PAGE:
Facebook pushes for mobile web standards

Summary:The company has formed a new W3C working group with browser makers, device manufacturers and others in order to improve and standardise mobile browsers, but Apple and Google have not signed up

Facebook, along with several other major mobile web players, has set up a new working group that aims to improve and standardise mobile browsers.

Facebook timelines

Facebook has set up a new working group that aims to standardise mobile browsers, as it looks to plug more apps into its Open Graph timeline. Image credit: Facebook

The Mobile Web Platform Core Community Group, which will operate under the auspices of the World Wide Web Consortium (W3C), was announced on Monday at the start of Mobile World Congress in Barcelona. The ultimate purpose of the group is to make it easier for developers to figure out which browsers and devices will support their mobile web apps.

Mobile web standardisation is crucial to Facebook. The company's developer relations chief, Douglas Purdy, wrote in a blog post on Monday that the social network is accessed by more people through the mobile web than through all the native mobile Facebook apps — those for iOS and Android, for example — combined.

"We know the mobile web is important for reach. So why aren't more people building apps for the mobile web? We hear from developers that there are three challenge areas that make it hard to build on the mobile web: app discovery, mobile browser fragmentation and payments," Purdy wrote.

Harnessing Open Graph

As on the desktop, Facebook hopes to take care of mobile web app discovery by encouraging developers to plug their apps into the company's Open Graph. Doing so makes it possible for users to display their interactions with the app in their timelines and tickers, which in turn encourages their friends and contacts to try out the same app.

It is already possible for mobile web apps and native iOS apps to hook up to the Open Graph, and Facebook said the same ability would soon come to native Android apps.

We know the mobile web is important for reach. So why aren't more people building apps for the mobile web?.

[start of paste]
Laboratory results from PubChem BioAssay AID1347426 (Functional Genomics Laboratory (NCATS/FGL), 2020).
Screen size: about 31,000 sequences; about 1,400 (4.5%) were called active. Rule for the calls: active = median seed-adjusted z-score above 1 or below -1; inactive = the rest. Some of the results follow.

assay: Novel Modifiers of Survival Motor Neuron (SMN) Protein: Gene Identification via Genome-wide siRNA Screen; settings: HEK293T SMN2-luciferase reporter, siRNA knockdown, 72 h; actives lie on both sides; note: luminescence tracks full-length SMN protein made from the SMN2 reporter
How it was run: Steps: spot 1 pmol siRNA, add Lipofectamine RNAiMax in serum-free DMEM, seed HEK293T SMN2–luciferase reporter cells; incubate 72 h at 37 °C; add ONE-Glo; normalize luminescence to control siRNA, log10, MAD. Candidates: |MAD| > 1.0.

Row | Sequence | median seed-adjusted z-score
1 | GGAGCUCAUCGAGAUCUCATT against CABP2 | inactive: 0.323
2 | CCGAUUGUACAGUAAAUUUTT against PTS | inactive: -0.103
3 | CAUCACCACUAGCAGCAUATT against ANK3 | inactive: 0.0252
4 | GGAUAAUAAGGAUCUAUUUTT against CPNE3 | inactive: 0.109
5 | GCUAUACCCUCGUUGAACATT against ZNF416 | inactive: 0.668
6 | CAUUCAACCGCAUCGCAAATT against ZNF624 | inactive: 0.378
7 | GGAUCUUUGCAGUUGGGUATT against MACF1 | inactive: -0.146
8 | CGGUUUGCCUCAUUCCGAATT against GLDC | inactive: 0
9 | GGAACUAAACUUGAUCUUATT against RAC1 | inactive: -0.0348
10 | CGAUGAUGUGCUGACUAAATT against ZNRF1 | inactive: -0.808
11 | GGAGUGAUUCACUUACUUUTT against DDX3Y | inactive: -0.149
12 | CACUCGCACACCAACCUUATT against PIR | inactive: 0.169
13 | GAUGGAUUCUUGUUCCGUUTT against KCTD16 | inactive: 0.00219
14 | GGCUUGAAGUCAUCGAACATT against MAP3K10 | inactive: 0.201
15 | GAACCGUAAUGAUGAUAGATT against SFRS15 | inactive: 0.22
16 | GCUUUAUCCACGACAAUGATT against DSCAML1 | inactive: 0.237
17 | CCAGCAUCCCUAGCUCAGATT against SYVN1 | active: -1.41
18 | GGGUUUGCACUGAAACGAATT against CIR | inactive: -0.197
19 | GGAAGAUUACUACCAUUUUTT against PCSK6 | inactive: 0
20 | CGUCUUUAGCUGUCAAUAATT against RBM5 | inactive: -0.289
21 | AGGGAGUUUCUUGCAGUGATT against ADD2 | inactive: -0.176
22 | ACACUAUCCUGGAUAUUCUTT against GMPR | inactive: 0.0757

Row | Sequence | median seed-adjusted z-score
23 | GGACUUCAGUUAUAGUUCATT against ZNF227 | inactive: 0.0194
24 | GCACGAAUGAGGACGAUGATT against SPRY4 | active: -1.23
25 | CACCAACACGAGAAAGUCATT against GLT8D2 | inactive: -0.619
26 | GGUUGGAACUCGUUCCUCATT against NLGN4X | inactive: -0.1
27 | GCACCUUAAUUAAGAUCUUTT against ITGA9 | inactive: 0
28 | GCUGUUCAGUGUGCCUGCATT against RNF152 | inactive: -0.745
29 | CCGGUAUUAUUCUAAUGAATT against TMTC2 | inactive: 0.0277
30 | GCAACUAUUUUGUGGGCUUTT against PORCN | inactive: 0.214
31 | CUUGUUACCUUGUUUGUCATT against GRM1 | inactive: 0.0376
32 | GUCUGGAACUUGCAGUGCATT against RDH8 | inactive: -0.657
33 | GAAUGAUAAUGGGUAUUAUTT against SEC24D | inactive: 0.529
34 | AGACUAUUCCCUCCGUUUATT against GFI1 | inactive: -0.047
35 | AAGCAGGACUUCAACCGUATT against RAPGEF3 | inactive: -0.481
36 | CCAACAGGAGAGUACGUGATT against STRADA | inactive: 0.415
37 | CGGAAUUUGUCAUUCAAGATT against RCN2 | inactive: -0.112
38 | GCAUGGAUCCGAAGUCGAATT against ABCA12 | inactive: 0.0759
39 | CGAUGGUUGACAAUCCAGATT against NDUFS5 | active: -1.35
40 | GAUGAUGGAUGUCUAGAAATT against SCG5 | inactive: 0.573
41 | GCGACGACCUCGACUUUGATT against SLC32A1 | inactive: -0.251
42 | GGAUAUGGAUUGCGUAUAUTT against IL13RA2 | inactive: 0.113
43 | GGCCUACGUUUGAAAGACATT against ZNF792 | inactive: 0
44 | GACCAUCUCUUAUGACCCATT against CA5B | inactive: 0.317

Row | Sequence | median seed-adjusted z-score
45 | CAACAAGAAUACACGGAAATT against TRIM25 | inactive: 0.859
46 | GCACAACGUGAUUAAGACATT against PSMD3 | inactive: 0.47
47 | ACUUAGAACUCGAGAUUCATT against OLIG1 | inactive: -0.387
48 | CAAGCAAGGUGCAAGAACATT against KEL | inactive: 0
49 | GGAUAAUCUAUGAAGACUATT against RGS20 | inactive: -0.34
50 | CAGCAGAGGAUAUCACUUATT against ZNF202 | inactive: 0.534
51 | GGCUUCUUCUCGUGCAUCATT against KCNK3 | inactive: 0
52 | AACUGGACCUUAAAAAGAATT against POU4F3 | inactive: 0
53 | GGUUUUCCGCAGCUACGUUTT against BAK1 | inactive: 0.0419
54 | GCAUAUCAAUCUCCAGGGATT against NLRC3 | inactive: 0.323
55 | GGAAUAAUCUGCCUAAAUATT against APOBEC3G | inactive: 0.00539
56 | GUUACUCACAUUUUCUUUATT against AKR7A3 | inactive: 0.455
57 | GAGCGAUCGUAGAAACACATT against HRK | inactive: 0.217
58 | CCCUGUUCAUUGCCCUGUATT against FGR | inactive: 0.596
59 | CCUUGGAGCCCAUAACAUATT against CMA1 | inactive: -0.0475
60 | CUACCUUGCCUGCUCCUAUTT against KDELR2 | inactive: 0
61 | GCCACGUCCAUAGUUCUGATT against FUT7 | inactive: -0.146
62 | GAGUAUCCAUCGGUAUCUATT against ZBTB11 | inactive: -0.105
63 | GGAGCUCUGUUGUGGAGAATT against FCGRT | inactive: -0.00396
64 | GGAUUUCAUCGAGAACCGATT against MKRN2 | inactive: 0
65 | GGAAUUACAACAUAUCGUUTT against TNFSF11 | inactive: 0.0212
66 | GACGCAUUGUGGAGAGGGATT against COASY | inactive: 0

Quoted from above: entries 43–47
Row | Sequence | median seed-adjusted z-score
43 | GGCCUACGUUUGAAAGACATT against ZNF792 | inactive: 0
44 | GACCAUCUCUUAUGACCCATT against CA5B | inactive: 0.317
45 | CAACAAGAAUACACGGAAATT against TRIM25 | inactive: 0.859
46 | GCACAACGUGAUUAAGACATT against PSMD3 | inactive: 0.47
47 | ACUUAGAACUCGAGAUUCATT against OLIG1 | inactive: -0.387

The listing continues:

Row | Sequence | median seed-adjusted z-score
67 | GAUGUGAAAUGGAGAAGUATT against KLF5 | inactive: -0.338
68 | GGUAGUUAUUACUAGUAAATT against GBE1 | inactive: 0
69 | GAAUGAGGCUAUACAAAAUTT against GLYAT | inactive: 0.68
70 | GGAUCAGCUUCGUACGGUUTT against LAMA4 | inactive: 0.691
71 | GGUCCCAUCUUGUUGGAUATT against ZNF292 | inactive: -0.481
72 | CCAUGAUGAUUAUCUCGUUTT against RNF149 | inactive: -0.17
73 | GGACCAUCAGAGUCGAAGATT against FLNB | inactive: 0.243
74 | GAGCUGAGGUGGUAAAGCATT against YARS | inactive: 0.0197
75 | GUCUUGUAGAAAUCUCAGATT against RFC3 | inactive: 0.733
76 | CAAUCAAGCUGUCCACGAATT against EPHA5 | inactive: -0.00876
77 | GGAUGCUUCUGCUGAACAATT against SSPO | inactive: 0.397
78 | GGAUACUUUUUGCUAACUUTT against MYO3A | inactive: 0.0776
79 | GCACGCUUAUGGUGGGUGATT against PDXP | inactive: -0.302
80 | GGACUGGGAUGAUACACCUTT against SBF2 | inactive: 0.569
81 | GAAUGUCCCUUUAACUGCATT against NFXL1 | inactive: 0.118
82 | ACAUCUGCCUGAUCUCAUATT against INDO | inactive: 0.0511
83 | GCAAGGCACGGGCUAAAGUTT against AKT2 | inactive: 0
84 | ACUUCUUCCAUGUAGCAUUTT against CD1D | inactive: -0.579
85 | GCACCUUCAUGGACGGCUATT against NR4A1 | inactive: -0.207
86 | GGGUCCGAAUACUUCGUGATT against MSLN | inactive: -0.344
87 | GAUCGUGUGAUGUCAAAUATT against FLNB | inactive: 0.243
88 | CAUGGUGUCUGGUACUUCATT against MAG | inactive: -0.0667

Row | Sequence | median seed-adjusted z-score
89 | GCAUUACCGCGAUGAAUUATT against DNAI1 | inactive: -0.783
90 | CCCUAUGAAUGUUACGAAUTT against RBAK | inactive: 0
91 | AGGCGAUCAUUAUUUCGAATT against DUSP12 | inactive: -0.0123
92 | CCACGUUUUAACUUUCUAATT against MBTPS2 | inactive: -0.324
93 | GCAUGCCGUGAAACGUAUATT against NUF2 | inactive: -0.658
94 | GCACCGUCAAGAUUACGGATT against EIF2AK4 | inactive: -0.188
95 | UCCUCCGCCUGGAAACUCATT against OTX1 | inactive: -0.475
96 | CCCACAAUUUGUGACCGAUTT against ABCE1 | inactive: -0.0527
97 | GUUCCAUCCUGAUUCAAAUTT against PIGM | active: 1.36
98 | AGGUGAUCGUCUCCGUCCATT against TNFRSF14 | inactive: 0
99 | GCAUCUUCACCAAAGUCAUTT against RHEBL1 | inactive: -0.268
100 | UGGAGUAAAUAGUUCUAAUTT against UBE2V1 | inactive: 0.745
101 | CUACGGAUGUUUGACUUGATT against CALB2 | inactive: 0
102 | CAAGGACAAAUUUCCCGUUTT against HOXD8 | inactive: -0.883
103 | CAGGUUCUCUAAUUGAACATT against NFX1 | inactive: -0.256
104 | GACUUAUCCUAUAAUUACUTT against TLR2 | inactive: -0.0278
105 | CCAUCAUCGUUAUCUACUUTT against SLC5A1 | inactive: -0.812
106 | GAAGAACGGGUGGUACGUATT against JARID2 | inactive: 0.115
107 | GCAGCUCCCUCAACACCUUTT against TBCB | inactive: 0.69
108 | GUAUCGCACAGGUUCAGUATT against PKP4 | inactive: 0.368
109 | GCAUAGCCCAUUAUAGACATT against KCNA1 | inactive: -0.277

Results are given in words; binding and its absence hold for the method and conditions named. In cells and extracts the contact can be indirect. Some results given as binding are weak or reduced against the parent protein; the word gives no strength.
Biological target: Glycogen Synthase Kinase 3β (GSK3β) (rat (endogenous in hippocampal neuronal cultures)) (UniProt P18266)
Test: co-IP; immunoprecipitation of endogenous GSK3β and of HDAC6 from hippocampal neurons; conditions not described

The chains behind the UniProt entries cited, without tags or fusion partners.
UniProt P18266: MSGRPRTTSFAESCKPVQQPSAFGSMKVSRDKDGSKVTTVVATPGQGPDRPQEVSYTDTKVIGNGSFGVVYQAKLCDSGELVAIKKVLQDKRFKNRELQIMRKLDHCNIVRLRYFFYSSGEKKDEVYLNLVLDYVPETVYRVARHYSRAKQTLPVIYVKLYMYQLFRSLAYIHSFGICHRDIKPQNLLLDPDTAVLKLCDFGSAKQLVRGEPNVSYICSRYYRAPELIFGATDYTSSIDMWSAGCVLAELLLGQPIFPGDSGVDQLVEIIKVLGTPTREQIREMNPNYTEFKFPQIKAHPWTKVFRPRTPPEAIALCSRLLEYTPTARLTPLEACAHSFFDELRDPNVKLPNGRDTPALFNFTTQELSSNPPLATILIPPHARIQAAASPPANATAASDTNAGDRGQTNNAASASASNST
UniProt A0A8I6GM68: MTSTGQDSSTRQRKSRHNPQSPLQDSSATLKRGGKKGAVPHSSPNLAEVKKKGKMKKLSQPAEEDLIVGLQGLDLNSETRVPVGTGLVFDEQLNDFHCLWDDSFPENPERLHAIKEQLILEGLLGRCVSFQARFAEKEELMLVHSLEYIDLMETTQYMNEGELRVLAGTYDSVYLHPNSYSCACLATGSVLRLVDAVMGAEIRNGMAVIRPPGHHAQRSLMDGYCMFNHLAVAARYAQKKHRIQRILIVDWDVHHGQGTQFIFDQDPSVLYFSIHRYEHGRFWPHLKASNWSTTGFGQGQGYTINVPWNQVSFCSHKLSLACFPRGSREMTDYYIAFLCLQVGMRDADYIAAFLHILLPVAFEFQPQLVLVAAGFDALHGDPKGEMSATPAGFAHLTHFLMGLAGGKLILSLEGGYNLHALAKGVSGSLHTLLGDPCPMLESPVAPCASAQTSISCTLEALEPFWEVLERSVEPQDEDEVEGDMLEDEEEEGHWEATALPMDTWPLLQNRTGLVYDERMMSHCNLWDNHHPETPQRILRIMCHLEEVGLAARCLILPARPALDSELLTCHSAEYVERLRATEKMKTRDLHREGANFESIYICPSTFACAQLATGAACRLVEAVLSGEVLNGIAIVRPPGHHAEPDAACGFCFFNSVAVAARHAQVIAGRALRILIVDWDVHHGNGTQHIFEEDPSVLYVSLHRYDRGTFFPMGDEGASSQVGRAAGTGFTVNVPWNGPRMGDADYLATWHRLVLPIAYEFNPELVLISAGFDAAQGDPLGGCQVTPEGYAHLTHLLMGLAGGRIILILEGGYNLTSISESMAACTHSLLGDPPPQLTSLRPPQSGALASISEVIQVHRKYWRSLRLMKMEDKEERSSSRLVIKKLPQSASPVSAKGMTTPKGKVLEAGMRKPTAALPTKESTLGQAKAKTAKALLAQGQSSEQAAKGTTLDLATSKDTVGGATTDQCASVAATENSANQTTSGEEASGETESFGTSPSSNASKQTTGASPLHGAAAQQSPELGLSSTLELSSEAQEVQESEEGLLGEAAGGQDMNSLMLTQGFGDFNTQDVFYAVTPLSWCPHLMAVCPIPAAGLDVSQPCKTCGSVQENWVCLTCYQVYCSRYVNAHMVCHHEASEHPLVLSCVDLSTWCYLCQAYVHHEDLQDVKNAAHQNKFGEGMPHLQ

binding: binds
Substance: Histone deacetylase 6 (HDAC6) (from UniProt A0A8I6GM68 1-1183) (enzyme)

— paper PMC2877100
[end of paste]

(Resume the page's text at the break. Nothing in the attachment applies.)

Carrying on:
– Douglas Purdy, Facebook

However, there are many web browsers out there and their capabilities vary — hence Facebook joining the community group in the hope of creating a level playing field. Other participants in the group range from device manufacturers such as Sony and Nokia to operators such as Orange and Verizon, as well as a variety of chipmakers and content companies.

Naturally, browser-making firms including Microsoft, Mozilla and Opera are also in there. Apple and Google, though, are notable absentees. ZDNet UK has asked both those companies why they did not sign up, but had not received replies at the time of writing.

As part of its commitment to the group, Facebook has donated a mobile browser benchmark tool called Ringmark, which provides a fairly simple graphical representation of a mobile browser's ability to handle different types of apps. The tool was developed alongside the web technology company Bocoup.

Billing arrangements

Meanwhile, Purdy also noted that Facebook is working on "streamlined billing" arrangements with operators around the world. This sort of deal makes it a lot easier to handle payment systems in mobile web apps — native apps do not present as much of a problem here, as their users are usually already signed up to payment systems associated with the app store.

"We're working with operators around the world to minimise the number of steps needed to complete a transaction in mobile web apps, which will make it easier for hundreds of millions of people worldwide to purchase apps on their device via operator billing," Purdy wrote. "This will be automatically enabled where carriers support it when you integrate the Pay Dialog into your app."

The operators working with Facebook on billing include AT&T, Deutsche Telekom, Orange, Telefónica, T-Mobile USA, Verizon, Vodafone, KDDI and Softbank.


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Topics: Mobility

About

David Meyer is a freelance technology journalist. He fell into journalism when he realised his musical career wouldn't be paying many bills. His early journalistic career was spent in general news, working behind the scenes for BBC radio and on-air as a newsreader for independent stations. David's main focus is on communications, of both... Full Bio

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